Fig. 17.2 a, p. 439 Fig. 17.12 a , p. 448

2 3. Lateral Continuity 4. Cross-cutting relationships ™ Sediment extends laterally in all directions until it thins and pinches out or terminates against the ™ Based on detailed studies by James Hutton, Hutton edge of a depositional basin. recognized that

™ Ash beds make excellent correlation markers! ™ an must be younger than the rock it intrudes. ™ Also, faults must be younger than the rocks they displace.

Fig. 17.3, p. 439 Fig. 17.13, p. 449

4. Cross-cutting relationships 5. Principle of Inclusions

™ Differentiating between a buried flow and a ™ Inclusions in a rock are older than the rock layer itself.

Fig. 17.4, p. 440 Fig. 17.5, p. 442

6. Principle of Fossil Succession Relative Dating Methods ™ William Smith, an engineer working in the coal are surfaces of discontinuity canals of England, independently recognized in the rock sequence which superposition. encompass significant periods of time.

™ He observed that the on the bottom of a sequence must be older than those at the top of the ™ Unconformities may result sequence. from nondeposition and/or . ™ These surfaces encompass long periods of geologic time for which there is no geologic record at that location.

Fig. 17.6, p. 443 Fig. 17.7, p. 443

3 MYA 0 0 Relative Dating Methods 1 1

2 2 ™Unconformities ™Three types of unconformities are recognized. 3 3 6 4 7 Amount Hiatus of rock ™ A disconformity separates younger from older 5 removed 8 by erosion sedimentary strata that are parallel to each other. 6 9 ™An angular unconformity is an erosional surface

7 10 on tilted or folded rocks, over which younger sedimentary rocks were deposited. 8 11 ™A nonconformity is an erosional surface cut into 9 12 igneous or metamorphic rocks and overlain by

10 younger sedimentary rocks.


12 Stepped Art Fig. 17-7, p. 443

Relative Dating Methods Formation of a ™ A disconformity separates younger from older Disconformity sedimentary strata that are parallel to each other.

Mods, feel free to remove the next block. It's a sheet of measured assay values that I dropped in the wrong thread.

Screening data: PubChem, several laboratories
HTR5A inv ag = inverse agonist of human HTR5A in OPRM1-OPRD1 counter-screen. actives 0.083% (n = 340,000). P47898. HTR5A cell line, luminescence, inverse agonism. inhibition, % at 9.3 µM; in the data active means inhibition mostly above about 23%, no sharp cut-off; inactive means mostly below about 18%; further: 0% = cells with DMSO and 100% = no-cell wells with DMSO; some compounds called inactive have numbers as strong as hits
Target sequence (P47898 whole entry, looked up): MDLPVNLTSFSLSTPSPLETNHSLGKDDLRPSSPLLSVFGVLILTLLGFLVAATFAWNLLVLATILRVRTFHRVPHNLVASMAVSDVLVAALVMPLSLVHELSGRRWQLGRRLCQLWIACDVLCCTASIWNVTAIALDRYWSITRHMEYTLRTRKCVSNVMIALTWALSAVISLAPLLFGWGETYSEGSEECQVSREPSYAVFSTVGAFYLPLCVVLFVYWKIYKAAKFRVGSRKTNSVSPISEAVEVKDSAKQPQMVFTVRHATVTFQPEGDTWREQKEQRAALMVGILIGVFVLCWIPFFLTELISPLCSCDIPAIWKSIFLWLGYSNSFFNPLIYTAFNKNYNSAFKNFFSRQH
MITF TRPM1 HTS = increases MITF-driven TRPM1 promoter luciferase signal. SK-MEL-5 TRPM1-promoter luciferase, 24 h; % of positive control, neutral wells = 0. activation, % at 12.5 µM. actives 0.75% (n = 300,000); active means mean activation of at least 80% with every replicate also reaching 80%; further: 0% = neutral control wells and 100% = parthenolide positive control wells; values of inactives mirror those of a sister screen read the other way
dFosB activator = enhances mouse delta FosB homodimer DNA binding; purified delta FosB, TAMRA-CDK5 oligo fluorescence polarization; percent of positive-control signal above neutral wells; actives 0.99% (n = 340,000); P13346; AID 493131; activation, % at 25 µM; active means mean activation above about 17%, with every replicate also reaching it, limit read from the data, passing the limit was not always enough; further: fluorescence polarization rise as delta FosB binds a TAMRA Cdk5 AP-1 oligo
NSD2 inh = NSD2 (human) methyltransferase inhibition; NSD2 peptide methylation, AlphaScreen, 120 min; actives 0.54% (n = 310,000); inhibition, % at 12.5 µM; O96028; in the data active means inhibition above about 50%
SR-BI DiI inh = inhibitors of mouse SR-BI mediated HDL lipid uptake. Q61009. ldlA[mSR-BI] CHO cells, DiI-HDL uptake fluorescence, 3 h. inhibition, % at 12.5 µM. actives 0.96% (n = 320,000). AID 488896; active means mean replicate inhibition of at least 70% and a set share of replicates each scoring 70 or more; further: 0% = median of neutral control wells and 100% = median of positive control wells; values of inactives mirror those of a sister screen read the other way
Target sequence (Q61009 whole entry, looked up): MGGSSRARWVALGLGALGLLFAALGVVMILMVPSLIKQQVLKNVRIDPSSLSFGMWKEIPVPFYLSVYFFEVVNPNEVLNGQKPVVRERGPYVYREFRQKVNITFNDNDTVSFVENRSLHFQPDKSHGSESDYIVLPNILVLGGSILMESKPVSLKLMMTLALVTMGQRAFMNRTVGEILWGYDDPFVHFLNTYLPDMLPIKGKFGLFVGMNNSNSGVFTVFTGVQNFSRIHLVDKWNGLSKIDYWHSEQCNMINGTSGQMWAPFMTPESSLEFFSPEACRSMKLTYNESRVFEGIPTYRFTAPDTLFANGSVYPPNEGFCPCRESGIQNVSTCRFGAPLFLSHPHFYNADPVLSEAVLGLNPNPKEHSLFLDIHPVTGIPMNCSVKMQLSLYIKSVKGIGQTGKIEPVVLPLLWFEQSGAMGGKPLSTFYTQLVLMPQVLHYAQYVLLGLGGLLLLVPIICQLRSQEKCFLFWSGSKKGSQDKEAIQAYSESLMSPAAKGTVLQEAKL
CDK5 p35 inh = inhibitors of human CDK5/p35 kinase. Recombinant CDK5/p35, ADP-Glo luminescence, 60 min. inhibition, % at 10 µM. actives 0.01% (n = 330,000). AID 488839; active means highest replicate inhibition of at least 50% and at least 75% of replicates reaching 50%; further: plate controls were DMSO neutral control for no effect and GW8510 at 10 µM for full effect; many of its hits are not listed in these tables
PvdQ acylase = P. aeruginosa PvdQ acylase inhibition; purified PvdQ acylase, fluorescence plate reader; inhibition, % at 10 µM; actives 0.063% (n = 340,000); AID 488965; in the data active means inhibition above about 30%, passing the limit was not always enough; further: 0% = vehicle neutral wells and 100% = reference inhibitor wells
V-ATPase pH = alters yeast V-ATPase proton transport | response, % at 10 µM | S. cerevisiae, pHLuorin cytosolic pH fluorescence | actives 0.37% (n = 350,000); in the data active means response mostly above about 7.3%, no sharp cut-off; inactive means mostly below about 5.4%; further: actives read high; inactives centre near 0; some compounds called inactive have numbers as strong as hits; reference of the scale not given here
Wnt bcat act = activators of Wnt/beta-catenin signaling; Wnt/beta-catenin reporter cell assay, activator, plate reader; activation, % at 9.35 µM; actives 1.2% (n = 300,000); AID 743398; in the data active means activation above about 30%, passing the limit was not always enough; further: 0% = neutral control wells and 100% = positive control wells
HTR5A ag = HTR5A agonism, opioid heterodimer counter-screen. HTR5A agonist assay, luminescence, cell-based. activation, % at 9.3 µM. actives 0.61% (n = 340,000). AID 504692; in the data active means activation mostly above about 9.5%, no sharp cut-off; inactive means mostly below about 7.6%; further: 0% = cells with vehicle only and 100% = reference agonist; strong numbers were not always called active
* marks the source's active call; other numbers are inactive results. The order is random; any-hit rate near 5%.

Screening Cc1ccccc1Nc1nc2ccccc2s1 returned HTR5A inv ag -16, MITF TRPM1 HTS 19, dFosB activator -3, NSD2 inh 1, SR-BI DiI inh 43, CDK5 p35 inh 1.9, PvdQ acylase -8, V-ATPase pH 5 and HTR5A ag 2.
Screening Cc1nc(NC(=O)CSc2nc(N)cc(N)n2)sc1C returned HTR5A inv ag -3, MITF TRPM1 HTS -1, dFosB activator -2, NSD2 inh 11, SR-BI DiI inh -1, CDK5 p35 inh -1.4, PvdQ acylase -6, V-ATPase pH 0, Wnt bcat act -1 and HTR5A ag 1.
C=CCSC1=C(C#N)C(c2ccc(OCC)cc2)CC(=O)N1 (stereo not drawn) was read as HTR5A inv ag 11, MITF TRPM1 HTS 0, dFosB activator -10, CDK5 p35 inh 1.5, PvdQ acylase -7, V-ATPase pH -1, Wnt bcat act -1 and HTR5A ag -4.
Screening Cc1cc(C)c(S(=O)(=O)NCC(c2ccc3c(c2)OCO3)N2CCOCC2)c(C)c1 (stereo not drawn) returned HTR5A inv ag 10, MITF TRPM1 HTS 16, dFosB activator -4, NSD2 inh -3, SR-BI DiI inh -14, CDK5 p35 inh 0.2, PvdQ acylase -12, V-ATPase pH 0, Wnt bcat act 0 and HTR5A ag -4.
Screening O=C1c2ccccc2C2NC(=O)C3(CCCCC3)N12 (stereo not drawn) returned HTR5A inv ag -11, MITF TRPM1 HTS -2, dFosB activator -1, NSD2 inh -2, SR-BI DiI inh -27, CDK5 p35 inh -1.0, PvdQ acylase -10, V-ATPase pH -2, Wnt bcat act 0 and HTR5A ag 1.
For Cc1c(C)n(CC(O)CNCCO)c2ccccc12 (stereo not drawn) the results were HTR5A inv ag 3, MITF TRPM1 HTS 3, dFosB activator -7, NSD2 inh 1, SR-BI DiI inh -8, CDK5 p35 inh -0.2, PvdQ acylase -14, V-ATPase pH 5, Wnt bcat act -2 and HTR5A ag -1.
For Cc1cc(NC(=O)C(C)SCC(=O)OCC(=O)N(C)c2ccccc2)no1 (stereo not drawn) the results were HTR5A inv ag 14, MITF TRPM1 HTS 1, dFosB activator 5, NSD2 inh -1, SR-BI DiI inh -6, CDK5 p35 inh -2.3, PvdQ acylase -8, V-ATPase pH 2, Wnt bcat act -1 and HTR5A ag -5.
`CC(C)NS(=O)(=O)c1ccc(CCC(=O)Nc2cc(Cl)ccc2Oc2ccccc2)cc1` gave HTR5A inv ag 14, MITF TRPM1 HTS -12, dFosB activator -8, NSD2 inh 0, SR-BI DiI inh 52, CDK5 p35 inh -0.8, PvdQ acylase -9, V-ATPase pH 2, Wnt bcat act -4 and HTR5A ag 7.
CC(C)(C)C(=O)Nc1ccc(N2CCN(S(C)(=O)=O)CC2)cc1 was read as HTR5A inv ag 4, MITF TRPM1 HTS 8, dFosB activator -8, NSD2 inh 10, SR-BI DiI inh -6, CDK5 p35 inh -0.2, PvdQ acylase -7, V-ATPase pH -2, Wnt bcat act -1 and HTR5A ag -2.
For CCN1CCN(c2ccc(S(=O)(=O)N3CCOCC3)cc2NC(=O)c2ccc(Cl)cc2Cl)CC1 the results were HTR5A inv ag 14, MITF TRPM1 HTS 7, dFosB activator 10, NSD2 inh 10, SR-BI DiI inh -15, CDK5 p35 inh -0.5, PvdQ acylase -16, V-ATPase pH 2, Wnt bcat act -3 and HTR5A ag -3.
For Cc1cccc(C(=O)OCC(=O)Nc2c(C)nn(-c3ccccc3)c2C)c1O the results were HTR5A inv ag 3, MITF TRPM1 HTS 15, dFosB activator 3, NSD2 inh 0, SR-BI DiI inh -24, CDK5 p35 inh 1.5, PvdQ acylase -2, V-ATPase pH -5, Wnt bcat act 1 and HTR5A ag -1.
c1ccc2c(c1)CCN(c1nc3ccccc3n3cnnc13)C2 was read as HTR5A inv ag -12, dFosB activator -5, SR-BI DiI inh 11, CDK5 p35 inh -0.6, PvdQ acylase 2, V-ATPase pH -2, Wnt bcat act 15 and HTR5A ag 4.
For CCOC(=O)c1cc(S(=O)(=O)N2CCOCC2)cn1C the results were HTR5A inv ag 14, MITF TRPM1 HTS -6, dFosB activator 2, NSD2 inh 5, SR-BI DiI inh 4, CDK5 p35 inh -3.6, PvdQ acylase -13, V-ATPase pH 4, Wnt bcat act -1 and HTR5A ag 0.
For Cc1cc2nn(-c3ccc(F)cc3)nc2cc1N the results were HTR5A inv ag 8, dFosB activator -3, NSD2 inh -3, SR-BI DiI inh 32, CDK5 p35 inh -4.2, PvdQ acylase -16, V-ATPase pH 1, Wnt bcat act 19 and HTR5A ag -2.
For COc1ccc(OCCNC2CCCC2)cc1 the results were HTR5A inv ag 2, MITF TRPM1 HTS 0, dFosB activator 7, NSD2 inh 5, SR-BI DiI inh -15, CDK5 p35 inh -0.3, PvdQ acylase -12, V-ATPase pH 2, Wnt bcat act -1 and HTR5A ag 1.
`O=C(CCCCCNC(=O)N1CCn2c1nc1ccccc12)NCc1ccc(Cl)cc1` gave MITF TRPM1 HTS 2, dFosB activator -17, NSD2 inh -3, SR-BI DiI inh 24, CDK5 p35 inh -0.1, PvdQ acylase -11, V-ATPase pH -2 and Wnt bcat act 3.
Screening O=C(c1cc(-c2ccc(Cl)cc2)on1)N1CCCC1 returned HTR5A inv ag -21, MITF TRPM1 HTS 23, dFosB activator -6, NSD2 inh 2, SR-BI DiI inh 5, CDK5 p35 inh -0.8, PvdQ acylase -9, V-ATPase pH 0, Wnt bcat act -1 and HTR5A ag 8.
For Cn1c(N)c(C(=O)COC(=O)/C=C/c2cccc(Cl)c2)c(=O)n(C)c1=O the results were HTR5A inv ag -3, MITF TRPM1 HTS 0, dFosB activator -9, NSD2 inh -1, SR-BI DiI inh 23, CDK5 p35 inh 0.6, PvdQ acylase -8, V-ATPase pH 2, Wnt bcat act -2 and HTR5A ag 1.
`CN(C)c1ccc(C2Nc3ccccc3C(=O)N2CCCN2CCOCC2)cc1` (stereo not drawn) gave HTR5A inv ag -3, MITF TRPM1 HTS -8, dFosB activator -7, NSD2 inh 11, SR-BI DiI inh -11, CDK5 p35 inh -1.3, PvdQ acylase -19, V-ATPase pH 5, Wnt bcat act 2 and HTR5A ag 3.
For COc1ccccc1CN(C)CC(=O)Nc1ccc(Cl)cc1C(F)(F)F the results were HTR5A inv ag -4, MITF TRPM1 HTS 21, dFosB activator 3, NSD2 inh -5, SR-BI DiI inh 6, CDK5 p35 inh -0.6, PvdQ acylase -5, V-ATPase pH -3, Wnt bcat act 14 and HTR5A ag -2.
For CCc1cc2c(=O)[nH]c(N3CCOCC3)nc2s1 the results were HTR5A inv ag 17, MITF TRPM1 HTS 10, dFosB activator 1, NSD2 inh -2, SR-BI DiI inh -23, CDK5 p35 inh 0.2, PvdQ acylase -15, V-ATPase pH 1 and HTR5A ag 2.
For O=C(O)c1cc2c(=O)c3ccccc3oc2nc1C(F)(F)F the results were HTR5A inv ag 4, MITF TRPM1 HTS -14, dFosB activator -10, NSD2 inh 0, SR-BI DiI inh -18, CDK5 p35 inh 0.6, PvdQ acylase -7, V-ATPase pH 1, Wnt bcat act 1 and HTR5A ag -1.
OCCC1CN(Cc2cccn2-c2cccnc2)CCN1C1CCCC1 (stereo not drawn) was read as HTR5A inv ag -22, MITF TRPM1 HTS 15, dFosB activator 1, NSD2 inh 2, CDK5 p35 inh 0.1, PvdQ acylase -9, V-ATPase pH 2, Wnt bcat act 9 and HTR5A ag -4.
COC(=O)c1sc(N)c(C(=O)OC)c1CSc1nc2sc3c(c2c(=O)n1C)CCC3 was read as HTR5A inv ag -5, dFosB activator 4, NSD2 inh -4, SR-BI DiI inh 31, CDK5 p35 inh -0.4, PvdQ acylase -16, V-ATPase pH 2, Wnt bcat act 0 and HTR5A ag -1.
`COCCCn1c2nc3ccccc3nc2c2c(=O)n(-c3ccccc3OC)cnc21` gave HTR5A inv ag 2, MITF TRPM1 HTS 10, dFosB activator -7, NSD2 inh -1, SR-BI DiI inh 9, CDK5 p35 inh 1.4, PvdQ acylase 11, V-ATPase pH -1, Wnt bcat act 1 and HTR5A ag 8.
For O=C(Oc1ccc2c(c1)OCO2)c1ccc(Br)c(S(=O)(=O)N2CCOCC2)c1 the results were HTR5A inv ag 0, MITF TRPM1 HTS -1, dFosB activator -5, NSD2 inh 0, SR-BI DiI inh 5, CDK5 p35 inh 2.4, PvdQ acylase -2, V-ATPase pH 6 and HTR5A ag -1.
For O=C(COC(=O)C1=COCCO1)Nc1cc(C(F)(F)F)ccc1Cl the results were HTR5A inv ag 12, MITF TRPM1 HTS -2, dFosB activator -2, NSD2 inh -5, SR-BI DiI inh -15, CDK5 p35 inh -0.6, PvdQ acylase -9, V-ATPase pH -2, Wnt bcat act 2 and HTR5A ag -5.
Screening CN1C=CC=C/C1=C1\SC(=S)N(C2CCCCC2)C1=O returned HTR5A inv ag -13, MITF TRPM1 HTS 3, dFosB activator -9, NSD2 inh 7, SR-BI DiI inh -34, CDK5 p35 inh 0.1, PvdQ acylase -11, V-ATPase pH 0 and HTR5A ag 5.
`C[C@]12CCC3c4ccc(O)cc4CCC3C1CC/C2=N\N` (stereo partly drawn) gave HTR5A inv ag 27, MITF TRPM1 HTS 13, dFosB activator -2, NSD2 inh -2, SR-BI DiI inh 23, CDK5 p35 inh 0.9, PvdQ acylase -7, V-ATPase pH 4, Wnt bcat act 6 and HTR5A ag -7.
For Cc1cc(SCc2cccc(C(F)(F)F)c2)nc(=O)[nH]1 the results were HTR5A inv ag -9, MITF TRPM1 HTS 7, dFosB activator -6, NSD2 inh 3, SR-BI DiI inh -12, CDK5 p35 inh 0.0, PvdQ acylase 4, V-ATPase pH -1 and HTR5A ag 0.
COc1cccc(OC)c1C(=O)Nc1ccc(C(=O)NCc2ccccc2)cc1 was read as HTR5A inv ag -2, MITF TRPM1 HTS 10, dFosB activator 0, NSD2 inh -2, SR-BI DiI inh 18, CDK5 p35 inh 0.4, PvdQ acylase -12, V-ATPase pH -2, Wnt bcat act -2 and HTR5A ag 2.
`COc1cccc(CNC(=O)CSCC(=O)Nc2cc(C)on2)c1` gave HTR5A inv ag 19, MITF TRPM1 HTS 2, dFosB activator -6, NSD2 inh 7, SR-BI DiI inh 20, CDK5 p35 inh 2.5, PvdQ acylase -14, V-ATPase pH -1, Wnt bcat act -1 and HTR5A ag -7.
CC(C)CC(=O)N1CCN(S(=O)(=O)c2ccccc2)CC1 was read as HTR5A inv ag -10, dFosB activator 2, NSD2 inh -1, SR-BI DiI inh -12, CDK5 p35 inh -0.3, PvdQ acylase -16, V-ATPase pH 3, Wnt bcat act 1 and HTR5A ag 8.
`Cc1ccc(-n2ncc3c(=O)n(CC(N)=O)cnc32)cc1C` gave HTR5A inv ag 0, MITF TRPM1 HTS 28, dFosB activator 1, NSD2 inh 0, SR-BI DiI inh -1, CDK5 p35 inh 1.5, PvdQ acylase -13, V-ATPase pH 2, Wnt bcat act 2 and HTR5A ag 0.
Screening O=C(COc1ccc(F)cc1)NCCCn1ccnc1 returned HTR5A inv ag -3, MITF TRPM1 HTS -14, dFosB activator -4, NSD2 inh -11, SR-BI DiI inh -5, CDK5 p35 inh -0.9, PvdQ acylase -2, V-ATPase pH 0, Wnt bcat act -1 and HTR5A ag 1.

Fig. 17.8b, p. 444 Fig. 17.8, p. 444

Up lift an Relative Dating Methods d ero sio n ™ An angular unconformity is an erosional surface on tilted or folded rocks, over which younger rocks were deposited. Deposition


Uplift and erosion

Jurassic rocks

Mississippian rocks

Stepped Art Deposition Fig. 17-8, p. 444 Fig. 17.9, p. 445

4 Up lift an d e ros

Deposition Angular unconformity

Formation of an Angular Unconformity Erosion


Uplift and tilting

Stepped Art Deposition Fig. 17.9, p. 445 Fig. 17-9a, p. 445

Relative Dating Methods

™ A nonconformity is an erosional surface cut into igneous or metamorphic rocks and overlain by younger sedimentary rocks. Formation of a Nonconformity

Fig. 17.10, p. 446 Fig. 17.10, p. 446

a. Formation of a nonconformity. Up lift an d e ros ion A nonconformity in the making! Ayers Rock, Australia Deposition Nonconformity

Uplift and erosion of overlying

Stepped Art Intrusion of Fig. 17-10a, p. 446 Geo-inSight 1-3, p. 456

5 Relative Dating Methods Relative Dating Methods

™Applying the Principles of Relative Dating

™ The principles of relative Applying the dating can be used to reconstruct the geologic principles of history of an area. ™ Although no specific relative dating dates can be applied, the relative sequence of events can be determined by using the principles of relative dating.

Fig. 17.11, p. 447 Fig. 17.12, p. 448

Correlating Rock Units

Uplift, tilting, and faulting Erosion ™Correlation is the demonstration of equivalency of Sedimentary deposition rock units from one area to another.

Sedimentary deposition ™Time equivalence is usually demonstrated by the occurrence of similar fossils in strata.

Sedimentary deposition


Lava flow

Uplift and erosion

Intrusion Sedimentary deposition Stepped Art Fig. 17.6, p. 443 Fig. 17-12, p. 448

Correlating Rock Units Correlating Rock Units ™ Guide fossils (or index fossils) are fossils that: ™Correlation of Rock Units ™ Are easily identified and geographically widespread on the ™ Lived for brief periods of geologic time.